<td style="text-align: left;" align="left"; width="350" height="178" colspan="1" background="cid:top@ed31458861a4fe35efe2882a299a324e"Ralph, this is fascinating.  For them to be so close must have been difficult for both. According to Ursula Thiess’ book, Mr. Taylor was really angry with Stanwyck. She found him one day yelling at the TV when Stanwyck was flogging a young man saying things like, “That’s it, that’s what you like to do.”Do you mind if I pass this on to a couple of friends?Judith Evans Hanhisalo

      • ralphm1999 says:

        Sure pass it on. I should read Ursula’s book. That’s so interesting what you said. That was probably a complicated dynamic in all three of their lives especially considering Bob and Barabara working on the same lot with frequent visits by Ursula to his set and doing occasional parts in the series. I wonder if Ursula mentions any of this in her book.

      • giraffe44 says:

        <td style="text-align: left;" align="left"; width="350" height="178" colspan="1" background="cid:top@26158f89f7f3d2917c17fdba1866690f"Ursula mentions being on “The Detectives.”  She also talks about wanted to establish contact with Stanwyck, invite her to their home etc.  Taylor would never allow it.  She didn’t come there until he was dying when she made one visit.  She also made a fuss at his funeral. As you say, a very complicated relationship.Judith Evans Hanhisalo

  2. ralphm1999 says:

    I’m now thinking my memory is a bit faulty. Looking at IMDB the dates don’t seem to match. Most likely these events occurred during the filming of the Robert Taylor Show a few years later which could overlap with the beginning of The Big Valley. I stood in for him also on that short lived series and the stages were the same.

    • giraffe44 says:

      <td style="text-align: left;" align="left"; width="350" height="178" colspan="1" background="cid:top@45fe70b1852c3bf0124f5699707c0b2f"Whatever happened to that show?Judith Evans Hanhisalo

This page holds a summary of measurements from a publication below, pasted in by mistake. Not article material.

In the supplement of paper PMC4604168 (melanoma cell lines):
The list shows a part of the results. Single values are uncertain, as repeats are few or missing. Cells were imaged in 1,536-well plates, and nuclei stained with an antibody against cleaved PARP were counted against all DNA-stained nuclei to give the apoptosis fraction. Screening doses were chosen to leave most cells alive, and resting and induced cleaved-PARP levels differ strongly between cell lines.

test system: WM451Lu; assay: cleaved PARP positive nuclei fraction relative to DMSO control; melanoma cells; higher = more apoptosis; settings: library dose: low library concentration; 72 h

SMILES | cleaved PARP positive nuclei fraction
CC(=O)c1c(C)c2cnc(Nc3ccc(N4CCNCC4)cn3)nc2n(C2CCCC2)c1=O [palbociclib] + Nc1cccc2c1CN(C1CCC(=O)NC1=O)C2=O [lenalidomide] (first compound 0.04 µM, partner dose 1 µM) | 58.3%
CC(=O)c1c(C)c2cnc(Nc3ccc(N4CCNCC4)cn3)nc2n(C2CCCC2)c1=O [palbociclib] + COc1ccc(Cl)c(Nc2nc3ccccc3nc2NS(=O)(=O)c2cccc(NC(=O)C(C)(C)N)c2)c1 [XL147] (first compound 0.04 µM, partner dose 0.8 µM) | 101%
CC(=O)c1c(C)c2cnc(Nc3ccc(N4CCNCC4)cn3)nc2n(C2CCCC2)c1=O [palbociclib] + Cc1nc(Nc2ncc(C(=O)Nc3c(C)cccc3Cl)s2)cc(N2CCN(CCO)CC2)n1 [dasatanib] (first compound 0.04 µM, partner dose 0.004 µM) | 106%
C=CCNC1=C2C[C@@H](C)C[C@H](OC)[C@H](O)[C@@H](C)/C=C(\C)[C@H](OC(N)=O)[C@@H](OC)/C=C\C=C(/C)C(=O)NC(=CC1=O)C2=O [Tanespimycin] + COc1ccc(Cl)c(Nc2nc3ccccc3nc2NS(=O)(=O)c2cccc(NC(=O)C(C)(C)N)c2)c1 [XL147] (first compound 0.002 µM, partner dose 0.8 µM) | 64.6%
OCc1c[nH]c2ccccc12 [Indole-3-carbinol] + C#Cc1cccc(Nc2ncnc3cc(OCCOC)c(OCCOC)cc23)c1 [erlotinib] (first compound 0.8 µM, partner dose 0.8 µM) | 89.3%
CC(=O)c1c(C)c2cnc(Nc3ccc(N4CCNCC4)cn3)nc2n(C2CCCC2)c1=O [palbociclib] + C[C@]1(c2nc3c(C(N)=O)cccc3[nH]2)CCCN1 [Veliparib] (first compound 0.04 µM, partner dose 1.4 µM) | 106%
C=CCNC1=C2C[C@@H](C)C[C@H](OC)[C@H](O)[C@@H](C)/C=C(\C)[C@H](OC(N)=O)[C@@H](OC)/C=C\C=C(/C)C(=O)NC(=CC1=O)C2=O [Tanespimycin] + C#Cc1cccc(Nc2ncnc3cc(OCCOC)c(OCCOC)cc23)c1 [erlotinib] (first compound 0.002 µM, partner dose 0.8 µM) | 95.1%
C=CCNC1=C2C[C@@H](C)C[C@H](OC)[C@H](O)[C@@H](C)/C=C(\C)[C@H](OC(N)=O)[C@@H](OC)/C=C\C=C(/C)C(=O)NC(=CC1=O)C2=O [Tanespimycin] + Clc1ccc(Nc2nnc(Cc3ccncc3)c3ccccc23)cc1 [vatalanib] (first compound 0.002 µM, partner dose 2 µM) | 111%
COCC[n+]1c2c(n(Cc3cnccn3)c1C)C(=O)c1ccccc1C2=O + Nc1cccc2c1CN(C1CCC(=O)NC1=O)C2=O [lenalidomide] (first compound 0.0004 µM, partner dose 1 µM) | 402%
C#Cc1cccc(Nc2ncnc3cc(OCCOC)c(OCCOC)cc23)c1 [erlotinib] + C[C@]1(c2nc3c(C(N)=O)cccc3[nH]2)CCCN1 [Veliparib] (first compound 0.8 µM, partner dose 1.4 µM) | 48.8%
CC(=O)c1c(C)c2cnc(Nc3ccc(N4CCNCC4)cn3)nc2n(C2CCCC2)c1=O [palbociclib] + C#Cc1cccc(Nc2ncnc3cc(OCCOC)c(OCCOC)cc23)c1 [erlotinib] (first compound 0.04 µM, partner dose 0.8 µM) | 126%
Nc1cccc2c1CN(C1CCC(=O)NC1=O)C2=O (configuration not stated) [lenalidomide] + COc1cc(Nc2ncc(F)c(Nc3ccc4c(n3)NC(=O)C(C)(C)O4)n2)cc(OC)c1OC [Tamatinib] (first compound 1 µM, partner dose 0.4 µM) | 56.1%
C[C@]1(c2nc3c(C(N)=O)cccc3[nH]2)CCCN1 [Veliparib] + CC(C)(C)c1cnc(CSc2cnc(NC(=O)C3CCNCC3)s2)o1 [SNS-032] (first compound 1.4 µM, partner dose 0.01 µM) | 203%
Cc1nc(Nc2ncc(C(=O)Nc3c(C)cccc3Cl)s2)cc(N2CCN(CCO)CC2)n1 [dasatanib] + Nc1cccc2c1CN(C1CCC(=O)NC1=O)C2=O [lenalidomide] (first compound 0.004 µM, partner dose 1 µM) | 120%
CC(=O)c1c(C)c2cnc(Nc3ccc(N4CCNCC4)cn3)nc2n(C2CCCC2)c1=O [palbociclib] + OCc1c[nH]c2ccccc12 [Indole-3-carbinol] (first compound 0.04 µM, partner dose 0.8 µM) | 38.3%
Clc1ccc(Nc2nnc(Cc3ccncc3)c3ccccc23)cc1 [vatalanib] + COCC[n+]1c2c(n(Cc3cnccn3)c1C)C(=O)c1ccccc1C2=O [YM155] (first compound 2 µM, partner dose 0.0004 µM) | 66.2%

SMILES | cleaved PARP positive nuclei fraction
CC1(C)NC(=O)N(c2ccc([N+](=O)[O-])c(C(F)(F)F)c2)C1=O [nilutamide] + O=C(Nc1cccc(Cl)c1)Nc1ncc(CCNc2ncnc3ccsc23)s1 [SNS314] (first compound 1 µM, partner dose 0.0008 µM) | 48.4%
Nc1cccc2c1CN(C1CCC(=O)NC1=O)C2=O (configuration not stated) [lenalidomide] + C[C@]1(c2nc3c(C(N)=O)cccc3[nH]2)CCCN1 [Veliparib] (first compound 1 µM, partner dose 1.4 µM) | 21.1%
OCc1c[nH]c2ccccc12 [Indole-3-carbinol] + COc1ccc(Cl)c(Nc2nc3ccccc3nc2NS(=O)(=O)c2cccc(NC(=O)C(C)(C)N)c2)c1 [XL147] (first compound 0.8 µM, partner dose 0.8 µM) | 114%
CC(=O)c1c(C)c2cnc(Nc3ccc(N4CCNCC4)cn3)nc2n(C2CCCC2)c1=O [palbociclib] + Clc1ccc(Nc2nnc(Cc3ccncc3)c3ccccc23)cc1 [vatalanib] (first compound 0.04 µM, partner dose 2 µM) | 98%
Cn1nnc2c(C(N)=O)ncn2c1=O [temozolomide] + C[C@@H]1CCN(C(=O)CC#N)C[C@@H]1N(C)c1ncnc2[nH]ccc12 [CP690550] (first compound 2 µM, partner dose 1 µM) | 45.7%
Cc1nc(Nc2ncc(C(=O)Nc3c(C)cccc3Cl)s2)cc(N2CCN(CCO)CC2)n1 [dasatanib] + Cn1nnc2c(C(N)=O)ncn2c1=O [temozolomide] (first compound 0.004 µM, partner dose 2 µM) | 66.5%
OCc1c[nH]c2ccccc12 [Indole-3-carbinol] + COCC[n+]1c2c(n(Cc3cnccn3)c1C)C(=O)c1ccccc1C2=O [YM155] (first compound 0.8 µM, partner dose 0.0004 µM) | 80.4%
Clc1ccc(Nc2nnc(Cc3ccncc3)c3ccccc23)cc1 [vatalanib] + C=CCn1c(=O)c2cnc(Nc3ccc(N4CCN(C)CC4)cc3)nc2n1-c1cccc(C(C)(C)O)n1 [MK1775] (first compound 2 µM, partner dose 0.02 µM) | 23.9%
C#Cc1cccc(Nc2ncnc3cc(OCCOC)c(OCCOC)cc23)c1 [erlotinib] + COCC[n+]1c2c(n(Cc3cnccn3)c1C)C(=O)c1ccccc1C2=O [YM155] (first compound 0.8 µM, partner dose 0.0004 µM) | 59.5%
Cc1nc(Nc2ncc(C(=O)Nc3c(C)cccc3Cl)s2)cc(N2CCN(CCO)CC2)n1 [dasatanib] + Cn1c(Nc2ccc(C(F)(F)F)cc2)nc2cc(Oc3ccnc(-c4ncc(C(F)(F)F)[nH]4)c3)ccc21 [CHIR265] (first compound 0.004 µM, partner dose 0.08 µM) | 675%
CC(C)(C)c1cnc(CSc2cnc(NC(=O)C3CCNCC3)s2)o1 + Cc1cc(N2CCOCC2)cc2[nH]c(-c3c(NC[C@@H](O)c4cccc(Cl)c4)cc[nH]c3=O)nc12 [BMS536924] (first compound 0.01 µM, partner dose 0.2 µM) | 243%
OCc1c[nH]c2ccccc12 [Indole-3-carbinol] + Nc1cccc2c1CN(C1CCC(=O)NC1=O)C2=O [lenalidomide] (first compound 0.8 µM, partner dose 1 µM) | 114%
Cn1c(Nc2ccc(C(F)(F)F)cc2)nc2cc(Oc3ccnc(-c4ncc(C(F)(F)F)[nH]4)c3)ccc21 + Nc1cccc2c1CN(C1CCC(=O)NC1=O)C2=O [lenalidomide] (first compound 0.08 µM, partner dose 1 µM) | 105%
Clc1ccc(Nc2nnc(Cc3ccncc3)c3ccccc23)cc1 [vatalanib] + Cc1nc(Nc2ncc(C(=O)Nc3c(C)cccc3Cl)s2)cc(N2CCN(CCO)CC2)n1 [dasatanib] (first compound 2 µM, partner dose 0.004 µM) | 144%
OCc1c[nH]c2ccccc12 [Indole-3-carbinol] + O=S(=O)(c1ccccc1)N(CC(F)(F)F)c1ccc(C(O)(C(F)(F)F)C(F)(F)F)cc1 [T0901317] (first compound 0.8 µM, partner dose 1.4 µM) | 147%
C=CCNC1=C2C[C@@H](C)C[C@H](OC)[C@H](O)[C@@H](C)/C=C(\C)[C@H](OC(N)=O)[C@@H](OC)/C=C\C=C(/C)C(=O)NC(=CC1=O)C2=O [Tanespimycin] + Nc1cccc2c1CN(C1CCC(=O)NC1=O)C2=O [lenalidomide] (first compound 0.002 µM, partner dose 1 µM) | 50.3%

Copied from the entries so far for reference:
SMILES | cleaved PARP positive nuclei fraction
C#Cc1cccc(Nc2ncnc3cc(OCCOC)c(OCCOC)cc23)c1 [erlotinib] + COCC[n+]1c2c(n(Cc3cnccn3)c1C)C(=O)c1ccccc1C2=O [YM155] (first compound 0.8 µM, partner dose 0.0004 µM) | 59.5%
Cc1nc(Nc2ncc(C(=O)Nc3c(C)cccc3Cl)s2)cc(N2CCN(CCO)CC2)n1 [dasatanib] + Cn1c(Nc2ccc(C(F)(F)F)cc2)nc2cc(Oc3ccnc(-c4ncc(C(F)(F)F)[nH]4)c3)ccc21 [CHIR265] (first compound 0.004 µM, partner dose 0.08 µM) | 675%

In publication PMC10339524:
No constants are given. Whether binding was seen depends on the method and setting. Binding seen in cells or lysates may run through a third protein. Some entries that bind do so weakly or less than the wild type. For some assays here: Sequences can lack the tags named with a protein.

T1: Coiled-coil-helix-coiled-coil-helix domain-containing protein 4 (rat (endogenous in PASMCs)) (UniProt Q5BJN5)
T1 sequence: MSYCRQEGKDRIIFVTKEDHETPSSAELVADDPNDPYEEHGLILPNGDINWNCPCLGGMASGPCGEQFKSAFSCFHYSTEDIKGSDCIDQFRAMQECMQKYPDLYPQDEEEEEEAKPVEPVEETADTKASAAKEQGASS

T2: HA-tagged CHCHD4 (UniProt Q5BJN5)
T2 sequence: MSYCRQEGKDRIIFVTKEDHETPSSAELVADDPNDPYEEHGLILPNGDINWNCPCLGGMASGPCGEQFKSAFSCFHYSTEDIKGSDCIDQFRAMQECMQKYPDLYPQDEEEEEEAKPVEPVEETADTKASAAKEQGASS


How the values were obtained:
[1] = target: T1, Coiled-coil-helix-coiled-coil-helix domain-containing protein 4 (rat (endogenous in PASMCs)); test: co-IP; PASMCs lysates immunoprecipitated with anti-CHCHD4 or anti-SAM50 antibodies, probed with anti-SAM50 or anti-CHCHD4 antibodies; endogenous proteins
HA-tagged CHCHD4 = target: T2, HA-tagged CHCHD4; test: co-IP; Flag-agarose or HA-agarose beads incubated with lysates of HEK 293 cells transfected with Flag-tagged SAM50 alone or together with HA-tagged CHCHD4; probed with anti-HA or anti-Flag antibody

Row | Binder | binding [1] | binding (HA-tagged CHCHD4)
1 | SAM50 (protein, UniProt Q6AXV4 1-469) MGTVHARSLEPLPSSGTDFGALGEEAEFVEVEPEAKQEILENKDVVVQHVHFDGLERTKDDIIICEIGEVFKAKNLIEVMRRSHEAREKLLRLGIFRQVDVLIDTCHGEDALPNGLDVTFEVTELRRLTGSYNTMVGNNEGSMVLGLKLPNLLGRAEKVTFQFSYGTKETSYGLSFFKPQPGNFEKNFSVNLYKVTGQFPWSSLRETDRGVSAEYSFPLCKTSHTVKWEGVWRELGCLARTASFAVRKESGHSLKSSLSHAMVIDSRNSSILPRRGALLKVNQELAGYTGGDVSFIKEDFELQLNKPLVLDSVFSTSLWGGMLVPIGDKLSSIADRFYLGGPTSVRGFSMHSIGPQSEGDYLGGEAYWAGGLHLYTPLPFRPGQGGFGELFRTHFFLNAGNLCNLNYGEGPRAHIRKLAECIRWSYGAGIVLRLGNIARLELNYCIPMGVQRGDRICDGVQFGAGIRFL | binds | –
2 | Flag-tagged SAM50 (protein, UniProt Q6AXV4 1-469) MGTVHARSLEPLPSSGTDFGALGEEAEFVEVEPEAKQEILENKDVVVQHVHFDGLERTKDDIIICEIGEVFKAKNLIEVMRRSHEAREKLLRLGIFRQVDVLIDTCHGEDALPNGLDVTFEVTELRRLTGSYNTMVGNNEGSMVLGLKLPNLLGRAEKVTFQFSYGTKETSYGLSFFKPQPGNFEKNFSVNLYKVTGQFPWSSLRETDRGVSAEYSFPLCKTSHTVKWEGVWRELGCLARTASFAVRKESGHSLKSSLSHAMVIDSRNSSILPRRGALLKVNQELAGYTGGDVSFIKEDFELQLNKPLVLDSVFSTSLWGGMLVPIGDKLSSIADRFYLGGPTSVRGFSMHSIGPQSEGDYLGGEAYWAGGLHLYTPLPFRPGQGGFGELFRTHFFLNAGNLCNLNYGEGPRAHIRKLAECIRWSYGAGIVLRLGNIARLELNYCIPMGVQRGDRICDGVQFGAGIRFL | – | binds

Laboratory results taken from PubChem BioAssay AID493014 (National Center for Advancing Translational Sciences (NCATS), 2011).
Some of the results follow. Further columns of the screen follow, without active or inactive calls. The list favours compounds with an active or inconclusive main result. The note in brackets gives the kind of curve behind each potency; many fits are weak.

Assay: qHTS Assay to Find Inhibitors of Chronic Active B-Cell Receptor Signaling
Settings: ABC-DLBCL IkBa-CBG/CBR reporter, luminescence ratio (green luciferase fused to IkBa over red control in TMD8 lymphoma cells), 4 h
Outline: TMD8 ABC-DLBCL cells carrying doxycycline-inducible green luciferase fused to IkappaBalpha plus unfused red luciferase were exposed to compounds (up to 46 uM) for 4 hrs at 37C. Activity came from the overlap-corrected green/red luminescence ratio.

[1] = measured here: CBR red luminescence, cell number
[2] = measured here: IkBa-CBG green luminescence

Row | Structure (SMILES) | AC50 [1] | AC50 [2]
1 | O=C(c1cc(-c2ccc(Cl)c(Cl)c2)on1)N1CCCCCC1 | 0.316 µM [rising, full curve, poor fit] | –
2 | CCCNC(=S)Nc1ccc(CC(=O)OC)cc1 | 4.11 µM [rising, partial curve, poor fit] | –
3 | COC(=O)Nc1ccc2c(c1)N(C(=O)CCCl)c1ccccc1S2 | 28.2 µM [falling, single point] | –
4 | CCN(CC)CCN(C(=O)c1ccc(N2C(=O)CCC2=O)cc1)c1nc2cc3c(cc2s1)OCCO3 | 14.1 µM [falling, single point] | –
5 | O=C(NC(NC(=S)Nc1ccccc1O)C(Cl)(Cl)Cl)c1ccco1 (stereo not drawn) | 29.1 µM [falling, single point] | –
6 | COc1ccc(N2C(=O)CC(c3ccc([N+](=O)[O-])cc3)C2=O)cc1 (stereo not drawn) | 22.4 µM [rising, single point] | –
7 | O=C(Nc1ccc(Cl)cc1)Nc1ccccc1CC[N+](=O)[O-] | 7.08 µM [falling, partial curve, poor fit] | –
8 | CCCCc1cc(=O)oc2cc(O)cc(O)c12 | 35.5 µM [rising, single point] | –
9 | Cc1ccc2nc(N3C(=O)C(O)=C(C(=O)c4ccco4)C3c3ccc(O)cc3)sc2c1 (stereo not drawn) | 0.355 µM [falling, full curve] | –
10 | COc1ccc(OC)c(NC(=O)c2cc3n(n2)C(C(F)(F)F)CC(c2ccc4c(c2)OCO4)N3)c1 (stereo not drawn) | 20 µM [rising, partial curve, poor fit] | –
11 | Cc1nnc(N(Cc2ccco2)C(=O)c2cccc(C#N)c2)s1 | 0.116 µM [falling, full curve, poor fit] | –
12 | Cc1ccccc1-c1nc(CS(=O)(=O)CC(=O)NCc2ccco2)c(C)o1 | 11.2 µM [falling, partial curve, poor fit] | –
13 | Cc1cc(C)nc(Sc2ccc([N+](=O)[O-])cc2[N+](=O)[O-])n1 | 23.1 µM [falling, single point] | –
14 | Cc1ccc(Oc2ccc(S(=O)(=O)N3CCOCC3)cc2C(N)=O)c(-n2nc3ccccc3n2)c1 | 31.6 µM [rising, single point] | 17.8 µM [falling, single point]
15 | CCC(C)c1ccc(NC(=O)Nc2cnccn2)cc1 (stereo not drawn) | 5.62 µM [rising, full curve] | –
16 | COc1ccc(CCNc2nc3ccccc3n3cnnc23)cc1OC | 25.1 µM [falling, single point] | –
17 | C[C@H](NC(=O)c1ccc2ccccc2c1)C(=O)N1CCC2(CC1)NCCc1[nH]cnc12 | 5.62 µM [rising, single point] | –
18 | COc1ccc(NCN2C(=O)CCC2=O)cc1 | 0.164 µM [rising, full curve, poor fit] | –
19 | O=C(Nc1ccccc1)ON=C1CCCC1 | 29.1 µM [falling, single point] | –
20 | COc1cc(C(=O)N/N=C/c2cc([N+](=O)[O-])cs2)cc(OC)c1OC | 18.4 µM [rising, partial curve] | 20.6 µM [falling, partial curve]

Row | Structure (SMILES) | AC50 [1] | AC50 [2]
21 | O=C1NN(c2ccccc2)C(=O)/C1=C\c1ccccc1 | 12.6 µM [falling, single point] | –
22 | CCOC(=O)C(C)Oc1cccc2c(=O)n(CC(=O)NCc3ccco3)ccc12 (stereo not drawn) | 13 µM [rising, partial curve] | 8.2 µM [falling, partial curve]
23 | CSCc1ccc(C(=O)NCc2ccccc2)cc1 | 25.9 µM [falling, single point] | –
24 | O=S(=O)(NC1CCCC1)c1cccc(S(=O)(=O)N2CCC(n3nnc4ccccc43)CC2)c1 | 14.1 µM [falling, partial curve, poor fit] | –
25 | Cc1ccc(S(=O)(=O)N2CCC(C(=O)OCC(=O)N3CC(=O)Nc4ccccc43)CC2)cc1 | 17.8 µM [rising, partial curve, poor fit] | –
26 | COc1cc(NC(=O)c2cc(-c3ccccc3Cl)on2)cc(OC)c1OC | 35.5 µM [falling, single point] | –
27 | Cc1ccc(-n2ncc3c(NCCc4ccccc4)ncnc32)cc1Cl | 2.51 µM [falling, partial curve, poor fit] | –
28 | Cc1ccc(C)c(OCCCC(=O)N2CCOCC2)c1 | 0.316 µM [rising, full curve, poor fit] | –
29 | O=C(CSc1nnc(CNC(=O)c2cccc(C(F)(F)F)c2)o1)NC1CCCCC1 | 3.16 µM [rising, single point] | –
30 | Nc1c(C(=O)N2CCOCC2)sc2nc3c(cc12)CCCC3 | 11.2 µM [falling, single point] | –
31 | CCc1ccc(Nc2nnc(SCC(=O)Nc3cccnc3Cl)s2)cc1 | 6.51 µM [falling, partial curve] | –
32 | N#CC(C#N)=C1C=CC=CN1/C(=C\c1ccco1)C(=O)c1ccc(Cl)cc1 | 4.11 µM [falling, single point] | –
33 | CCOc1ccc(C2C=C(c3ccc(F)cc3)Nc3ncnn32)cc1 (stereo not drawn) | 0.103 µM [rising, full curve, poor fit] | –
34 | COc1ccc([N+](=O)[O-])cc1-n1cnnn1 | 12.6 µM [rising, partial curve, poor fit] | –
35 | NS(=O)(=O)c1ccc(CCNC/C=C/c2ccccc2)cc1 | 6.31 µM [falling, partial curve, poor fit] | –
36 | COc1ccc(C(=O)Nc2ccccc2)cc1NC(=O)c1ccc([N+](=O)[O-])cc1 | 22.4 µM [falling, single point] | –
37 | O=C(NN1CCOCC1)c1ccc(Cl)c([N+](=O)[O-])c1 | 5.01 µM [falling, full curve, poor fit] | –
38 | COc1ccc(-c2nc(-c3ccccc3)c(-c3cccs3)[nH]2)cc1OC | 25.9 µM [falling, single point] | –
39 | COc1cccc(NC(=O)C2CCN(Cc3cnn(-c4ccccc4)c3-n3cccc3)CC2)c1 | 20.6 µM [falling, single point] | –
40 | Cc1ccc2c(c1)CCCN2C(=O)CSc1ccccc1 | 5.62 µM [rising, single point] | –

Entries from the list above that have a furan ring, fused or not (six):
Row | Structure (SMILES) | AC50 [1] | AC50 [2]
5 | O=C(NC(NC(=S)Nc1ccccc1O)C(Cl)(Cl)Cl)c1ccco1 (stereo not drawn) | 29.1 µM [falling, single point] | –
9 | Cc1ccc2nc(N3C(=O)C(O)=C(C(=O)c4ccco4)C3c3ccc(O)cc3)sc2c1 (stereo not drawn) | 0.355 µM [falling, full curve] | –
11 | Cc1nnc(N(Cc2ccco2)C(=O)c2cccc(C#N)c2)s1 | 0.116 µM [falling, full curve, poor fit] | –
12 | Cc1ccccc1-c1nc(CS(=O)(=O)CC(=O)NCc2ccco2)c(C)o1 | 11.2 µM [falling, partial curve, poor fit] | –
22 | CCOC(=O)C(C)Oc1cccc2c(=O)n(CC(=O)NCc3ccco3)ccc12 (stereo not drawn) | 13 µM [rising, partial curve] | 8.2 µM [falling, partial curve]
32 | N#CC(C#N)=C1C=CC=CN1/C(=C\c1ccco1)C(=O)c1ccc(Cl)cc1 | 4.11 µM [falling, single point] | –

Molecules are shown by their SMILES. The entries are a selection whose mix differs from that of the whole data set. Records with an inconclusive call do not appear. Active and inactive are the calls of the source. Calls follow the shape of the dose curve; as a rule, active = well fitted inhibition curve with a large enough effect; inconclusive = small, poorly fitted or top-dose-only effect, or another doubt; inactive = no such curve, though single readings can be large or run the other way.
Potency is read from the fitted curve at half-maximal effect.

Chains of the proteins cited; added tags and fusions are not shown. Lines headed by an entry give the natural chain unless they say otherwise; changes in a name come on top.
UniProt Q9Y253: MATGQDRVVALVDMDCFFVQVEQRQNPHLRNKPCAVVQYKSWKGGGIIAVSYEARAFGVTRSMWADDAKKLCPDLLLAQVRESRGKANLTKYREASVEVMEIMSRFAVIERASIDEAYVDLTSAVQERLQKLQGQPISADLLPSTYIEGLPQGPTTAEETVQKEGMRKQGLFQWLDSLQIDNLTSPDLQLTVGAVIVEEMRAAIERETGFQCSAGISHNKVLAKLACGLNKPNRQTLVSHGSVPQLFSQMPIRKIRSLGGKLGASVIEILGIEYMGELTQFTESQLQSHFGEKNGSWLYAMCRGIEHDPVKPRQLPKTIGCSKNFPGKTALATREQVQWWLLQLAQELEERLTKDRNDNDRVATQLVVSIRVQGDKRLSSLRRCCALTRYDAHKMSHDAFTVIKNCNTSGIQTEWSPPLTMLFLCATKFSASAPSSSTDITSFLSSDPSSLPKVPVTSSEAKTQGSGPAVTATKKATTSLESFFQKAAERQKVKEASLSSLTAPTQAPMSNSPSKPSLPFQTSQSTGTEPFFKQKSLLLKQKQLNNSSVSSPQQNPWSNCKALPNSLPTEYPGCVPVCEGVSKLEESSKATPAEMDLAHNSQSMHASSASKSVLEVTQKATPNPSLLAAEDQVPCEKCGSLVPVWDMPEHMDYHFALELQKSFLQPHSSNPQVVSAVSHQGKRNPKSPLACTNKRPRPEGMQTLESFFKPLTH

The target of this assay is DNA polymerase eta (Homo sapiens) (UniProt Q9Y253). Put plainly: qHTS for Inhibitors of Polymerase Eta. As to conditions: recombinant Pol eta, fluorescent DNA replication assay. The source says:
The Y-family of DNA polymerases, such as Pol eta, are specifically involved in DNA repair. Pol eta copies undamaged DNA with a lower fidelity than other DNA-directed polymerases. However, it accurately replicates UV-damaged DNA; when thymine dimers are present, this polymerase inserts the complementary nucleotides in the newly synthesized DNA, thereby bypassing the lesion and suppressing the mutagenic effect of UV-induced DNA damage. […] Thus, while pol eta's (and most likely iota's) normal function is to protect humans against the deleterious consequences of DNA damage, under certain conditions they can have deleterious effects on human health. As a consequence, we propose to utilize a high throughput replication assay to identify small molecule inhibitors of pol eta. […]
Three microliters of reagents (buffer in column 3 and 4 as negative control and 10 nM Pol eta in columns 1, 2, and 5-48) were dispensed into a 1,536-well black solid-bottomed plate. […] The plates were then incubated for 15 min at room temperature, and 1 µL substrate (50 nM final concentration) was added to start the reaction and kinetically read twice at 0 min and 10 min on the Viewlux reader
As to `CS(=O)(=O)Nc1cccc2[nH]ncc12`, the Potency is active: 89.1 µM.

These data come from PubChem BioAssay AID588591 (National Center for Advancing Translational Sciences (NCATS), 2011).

• ralphm1999 says:

        According to IMDB:

        Four episodes were filmed but the series was canceled before an episode aired. The series was to be based on official files from the U.S. Department of Health, Education and Welfare. When NBC realized that the producers had not gotten permission to use the department’s files, the network canceled the series.

      • giraffe44 says:

        <td style="text-align: left;" align="left"; width="350" height="178" colspan="1" background="cid:top@1def7ed27f74c9b95b776b6871745bf2"Careless of them. It sounds like it would have been interesting and different.Judith Evans Hanhisalo

  3. Sheree says:

    I always read that Taylor was a major Mama’s boy, big time Mama’s at that and that his mother lived with he and Stanwyck most of their married life. Can’t you just imagine the stress his doting mother living with them must have caused in their marriage? And of course, Mama always came first with Robert no matter who the lady was in his life. Must have been an awful strain for Barbara trying to compete with his mother for his love, attention, well anything really. Mama always getting in your business and of course on always on Robert’s side even if he is in the wrong! Barbara must have felt like an outsider in her own home. Shame on Robert for putting Barbara in that situation and not giving her the love she needed and deserved. Mama should have been moved out of the home!!! To the guest house or better yet off the property but definitely out of the house so they couldn’t double team Barbara. She must have stayed on pins and needles constantly. I also don’t agree with the comment that this was a one sided relationship. Robert pursued Barbara relentlessly not her him!!!

    • giraffe44 says:

      Robert Taylor’s mother never lived with him and Ms. Stanwyck. Her “uncle” Buck Mack did live with them for several years. Mr. Taylor provided his mother with her own home and had to move in with her after the divorce. I just think that they were very different people, even more different when Mr. Taylor returned from the war. Ms. Stanwyck was an amazing actress but she doesn’t seem to have been especially interested in domestic life. Thanks for writing.